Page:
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Robocalls Threatening Arrest
Robocalls Threatening Arrest
In the news:
A Michigan consumer sent us this voicemail message that they recently received: “From the headquarters which will get expired in next 24 working hours. And once it get expired after that you will be taken under custody by the local cops as there are four serious allegations pressed on your name at this moment. We request you to get back to us so that we can discuss this case before taking any legal action against you.”
What you need to know:
If you answer a phone call and hear a recorded message instead of a live person, that’s a robocall, and it is probably a scam designed to get you to give your personal information or money. Do not call back and do not provide personal information over the phone unless you’ve initiated the call to a number you know is reliable.
Remember this: Government entities do not make robocalls threatening you with arrest or asking for immediate payment.
Calling on behalf of the government
Contact from the government gets your attention. Criminals know this and use the threat of government action to trick individuals in to taking action that results in theft. To get victims to call back or give out personal information, these scam messages say they have an “urgent” message about “important personal business” or “serious allegations” and that failure to respond may result in arrest or action taken against you.
SPOT IT: Fake messages
- Someone calls from the government instilling panic and urgency—there are pending charges or an outstanding case against you.
- Listen for broken English or poor grammar: many robocalls are placed from foreign countries.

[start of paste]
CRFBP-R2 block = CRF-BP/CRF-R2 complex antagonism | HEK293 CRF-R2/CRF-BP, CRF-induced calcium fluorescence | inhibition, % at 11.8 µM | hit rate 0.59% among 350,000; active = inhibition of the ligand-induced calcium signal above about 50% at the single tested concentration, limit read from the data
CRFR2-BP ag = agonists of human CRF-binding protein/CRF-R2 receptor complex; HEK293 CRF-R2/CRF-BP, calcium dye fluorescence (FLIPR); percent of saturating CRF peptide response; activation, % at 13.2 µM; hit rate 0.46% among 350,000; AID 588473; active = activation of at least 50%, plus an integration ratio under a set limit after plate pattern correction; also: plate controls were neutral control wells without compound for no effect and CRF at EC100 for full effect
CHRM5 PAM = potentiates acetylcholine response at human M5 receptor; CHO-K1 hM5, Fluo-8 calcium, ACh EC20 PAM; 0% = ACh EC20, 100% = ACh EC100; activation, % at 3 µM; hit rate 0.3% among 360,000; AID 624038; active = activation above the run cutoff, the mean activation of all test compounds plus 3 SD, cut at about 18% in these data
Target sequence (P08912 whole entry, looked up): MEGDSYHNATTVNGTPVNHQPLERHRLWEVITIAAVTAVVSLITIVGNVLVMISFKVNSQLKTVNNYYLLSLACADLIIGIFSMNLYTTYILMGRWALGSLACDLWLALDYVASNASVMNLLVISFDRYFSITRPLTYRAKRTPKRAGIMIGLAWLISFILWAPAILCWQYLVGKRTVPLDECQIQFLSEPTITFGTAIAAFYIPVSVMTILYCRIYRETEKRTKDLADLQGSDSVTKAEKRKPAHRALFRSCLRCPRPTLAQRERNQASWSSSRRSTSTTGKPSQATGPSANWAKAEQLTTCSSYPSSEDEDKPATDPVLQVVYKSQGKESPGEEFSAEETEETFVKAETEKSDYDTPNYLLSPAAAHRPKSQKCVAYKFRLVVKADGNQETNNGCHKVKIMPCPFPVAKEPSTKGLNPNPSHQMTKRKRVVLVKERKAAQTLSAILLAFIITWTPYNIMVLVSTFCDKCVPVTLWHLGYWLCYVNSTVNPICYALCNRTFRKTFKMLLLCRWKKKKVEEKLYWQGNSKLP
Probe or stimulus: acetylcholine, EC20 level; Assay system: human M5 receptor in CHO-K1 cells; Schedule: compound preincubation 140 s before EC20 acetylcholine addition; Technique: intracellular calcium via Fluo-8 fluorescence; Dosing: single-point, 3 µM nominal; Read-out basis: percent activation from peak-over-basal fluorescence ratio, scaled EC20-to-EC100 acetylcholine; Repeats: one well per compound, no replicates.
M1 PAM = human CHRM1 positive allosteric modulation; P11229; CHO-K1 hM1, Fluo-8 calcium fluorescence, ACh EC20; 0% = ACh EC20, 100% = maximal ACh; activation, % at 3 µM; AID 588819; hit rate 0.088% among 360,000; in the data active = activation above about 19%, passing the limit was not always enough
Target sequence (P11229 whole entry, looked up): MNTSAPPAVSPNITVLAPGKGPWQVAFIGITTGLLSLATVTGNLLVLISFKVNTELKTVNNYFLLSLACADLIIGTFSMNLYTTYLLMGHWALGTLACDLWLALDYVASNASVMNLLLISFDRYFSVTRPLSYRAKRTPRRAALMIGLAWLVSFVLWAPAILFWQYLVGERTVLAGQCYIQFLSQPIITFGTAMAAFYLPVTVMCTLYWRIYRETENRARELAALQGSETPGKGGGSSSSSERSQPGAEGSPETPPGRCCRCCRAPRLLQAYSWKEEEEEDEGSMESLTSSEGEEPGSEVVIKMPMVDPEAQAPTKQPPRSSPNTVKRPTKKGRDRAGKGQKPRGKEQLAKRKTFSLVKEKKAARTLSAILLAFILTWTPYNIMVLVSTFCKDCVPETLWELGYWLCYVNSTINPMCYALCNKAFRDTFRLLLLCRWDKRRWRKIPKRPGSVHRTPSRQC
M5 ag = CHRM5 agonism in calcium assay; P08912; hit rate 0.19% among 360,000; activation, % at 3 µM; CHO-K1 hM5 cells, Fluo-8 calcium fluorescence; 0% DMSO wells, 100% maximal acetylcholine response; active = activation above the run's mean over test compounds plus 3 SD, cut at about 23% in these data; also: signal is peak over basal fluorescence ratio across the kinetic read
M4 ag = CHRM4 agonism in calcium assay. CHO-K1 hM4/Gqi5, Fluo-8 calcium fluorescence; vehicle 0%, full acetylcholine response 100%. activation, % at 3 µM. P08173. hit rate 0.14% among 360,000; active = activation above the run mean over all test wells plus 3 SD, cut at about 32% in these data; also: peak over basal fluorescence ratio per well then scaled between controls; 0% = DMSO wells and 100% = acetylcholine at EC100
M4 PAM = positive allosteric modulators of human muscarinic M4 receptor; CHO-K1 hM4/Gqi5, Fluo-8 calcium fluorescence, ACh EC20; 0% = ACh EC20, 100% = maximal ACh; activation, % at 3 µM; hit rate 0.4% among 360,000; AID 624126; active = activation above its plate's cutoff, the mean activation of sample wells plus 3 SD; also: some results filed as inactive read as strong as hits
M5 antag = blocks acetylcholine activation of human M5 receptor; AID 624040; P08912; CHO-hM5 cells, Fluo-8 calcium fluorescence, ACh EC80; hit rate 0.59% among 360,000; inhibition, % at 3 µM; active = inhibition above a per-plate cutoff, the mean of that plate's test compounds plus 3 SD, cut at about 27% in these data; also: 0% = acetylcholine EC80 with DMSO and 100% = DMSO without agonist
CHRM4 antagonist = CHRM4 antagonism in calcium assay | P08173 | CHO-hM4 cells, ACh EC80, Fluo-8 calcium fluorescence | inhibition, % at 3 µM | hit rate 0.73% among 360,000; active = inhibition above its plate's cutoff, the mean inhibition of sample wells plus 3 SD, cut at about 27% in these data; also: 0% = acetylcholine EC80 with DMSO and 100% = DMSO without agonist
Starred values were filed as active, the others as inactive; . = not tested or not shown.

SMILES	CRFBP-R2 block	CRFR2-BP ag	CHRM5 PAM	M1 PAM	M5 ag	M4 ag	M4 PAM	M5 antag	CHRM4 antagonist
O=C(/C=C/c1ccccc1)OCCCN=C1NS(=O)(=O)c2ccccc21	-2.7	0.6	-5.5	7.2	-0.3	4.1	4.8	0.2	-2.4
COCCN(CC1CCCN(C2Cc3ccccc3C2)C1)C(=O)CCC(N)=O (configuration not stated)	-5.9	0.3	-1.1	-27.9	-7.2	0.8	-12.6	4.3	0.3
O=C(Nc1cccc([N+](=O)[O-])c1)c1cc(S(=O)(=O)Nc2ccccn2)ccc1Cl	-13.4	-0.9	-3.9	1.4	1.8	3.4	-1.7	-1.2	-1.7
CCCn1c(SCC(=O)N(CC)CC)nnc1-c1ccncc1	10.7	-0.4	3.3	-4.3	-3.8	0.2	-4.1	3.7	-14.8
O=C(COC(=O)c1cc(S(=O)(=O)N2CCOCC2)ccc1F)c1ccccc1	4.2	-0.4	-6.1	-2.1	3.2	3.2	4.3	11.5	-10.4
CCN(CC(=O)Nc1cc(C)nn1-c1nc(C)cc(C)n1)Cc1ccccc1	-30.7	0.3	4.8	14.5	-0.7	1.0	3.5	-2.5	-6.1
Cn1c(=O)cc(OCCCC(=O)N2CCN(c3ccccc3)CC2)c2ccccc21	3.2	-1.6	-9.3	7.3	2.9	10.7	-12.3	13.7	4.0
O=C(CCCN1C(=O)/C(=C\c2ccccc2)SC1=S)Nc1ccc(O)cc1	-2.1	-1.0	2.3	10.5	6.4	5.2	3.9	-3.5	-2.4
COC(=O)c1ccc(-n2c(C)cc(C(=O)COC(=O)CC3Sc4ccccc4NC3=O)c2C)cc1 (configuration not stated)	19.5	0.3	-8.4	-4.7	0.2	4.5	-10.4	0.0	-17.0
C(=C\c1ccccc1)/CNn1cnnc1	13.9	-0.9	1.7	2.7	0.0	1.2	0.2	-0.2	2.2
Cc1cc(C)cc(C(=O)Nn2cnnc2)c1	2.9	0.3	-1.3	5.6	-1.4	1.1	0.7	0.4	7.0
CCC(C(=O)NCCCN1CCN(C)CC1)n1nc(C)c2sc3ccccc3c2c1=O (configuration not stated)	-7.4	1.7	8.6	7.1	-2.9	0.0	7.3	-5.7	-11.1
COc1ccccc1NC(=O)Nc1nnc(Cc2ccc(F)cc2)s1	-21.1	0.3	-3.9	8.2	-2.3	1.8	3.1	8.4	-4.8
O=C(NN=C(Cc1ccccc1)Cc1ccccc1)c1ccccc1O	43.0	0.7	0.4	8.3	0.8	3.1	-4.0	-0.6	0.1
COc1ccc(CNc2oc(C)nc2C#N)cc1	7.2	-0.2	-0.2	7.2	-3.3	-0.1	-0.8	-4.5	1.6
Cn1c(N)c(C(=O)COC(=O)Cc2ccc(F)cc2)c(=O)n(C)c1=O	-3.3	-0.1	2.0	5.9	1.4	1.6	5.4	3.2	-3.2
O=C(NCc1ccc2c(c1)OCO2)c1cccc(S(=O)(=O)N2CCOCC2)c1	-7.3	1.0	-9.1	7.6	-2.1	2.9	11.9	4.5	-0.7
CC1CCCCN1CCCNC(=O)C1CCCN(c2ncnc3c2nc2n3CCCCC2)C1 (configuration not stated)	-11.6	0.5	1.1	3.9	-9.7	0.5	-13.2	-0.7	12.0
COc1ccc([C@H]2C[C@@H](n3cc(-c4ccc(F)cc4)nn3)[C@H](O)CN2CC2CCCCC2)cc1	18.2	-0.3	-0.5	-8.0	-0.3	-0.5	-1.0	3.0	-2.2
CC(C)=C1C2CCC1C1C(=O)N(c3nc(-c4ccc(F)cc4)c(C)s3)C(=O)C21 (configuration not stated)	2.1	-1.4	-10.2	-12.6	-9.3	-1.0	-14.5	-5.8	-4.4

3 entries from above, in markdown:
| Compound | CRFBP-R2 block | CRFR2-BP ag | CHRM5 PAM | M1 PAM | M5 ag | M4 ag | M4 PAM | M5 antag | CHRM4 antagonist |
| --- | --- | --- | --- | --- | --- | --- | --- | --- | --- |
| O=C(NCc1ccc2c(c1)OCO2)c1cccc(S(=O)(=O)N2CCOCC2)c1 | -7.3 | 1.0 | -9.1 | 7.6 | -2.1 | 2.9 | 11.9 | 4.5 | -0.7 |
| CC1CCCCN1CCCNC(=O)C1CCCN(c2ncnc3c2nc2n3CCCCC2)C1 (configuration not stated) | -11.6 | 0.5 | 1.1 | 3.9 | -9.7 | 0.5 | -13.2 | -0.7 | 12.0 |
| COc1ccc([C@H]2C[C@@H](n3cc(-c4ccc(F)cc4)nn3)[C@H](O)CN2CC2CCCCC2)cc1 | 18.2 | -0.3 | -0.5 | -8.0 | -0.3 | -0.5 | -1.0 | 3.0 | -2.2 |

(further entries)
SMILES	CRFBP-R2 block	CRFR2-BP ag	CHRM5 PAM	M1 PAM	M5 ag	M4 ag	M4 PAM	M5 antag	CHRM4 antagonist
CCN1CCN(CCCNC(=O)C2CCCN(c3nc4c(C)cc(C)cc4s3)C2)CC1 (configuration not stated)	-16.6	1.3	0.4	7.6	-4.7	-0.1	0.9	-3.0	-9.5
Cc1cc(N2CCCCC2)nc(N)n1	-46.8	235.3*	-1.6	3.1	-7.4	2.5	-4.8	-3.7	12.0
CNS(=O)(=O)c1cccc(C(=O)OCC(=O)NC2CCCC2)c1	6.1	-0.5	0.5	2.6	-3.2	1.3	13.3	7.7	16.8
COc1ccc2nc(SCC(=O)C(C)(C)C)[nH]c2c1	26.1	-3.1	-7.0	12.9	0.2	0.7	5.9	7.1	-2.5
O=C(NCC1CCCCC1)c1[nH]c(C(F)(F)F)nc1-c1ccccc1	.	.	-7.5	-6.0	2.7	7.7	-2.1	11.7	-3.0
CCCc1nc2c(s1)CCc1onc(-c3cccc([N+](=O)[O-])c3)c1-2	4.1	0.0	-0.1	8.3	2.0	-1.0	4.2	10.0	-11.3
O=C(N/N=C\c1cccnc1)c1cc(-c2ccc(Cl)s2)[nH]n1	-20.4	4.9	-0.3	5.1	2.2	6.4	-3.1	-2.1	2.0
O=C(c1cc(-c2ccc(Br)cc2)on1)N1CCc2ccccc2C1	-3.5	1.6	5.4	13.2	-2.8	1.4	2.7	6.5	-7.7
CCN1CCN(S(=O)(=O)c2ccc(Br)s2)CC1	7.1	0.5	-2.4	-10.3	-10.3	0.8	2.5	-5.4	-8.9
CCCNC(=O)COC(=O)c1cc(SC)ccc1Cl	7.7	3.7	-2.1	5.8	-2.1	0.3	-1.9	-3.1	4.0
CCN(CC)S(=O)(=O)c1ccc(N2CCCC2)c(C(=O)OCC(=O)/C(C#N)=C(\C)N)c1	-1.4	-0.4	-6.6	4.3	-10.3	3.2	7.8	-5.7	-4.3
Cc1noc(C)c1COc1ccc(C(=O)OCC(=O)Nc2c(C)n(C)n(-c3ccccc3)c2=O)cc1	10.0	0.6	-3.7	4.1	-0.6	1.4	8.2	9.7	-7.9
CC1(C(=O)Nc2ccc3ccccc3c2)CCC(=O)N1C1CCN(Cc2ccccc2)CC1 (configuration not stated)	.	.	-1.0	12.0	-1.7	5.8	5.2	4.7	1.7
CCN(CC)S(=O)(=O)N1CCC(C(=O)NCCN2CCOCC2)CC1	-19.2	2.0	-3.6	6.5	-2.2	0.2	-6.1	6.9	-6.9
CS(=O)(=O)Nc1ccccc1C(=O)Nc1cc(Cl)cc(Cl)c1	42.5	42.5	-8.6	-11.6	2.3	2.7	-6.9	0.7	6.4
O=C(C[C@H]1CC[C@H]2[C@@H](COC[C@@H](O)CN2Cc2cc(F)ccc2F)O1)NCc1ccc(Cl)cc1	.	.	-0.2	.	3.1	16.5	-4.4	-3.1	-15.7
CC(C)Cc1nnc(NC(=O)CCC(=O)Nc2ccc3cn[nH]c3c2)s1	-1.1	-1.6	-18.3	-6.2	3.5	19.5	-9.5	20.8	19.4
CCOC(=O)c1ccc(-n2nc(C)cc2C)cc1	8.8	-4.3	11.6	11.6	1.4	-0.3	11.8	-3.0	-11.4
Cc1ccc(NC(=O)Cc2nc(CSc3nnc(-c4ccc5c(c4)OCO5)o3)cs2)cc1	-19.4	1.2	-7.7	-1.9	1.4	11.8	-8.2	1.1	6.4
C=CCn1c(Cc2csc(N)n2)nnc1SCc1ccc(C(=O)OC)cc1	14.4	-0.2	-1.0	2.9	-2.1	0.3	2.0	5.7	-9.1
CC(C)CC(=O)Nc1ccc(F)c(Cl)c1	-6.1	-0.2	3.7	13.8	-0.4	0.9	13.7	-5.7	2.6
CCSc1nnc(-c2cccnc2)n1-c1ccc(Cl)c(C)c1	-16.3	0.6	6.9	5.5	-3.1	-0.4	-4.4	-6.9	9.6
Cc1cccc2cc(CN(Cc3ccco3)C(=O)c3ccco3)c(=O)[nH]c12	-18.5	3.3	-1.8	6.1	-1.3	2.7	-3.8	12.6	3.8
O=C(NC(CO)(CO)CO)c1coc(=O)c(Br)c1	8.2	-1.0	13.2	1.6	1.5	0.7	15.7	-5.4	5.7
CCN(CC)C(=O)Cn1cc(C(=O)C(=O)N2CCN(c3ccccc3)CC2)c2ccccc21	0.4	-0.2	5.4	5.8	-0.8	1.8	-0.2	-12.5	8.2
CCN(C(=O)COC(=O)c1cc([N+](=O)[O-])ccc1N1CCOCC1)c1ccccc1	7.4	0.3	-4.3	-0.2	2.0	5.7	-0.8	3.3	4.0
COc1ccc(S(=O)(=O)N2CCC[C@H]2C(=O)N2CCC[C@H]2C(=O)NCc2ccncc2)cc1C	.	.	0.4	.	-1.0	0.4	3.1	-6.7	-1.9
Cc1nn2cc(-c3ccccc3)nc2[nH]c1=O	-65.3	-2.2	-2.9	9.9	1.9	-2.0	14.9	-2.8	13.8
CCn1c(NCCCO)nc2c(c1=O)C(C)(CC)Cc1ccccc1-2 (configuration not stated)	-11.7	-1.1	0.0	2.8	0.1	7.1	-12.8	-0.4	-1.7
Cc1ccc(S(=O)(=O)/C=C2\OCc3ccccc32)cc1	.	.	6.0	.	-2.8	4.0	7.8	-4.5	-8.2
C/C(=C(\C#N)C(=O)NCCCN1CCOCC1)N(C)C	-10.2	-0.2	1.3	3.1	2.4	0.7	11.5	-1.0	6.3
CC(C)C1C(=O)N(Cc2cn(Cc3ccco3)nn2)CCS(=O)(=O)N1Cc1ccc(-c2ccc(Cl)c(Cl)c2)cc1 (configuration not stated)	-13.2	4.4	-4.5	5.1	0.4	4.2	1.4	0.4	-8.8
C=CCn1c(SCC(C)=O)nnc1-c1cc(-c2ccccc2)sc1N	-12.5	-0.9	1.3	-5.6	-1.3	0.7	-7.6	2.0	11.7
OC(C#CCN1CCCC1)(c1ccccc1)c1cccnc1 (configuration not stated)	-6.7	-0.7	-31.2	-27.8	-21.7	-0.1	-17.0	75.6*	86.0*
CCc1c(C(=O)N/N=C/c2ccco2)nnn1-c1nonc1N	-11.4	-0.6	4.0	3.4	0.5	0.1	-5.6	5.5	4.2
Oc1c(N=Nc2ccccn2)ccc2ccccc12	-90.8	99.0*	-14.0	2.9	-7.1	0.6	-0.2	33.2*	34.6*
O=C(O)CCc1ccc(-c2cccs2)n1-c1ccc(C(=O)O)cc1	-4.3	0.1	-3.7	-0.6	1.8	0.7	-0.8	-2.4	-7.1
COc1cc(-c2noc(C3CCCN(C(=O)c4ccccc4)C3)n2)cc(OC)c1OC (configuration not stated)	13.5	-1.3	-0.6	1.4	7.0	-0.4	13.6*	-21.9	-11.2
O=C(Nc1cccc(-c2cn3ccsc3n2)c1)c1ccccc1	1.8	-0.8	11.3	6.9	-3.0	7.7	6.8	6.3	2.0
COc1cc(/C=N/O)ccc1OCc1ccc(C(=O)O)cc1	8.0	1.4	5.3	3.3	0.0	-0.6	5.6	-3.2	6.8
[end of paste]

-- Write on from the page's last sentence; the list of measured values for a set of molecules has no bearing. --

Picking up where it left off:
- The top ten worst area code offenders for 2017 included: 202; 614; 469; 312; 817; 832; 210; 281; 909 and 214.
STOP IT: Don't get scammed
- Hang up if you are asked to pay with a cash-to-cash money transfer; a PIN from a cash reload card; or a remotely-created payment using your bank account information. It is illegal for any telemarketer to accept any of those forms of payment.
- Report government imposters to the Federal Trade Commission.
- Always ask for written verification of any debt. Never pay a debt by wiring money or using a pre-paid debit card. Even if you owe a debt, you still have rights under the Fair Debt Collection Practices Act.
- Consider using an app for your mobile phone to block robocalls and likely scams. RoboKiller received an award from the Federal Trade Commission, but there are other options.
- Learn more about robocalls, phone scams, and government imposters with our Consumer Education materials, including our Consumer Alerts on Michigan Telemarketing Laws and Telemarketing Fraud.
To report a scam, file a complaint, or get additional information, contact the Michigan Department of Attorney General:
Consumer Protection Division
P.O. Box 30213
Lansing, MI 48909
Toll free: 877-765-8388
Online complaint form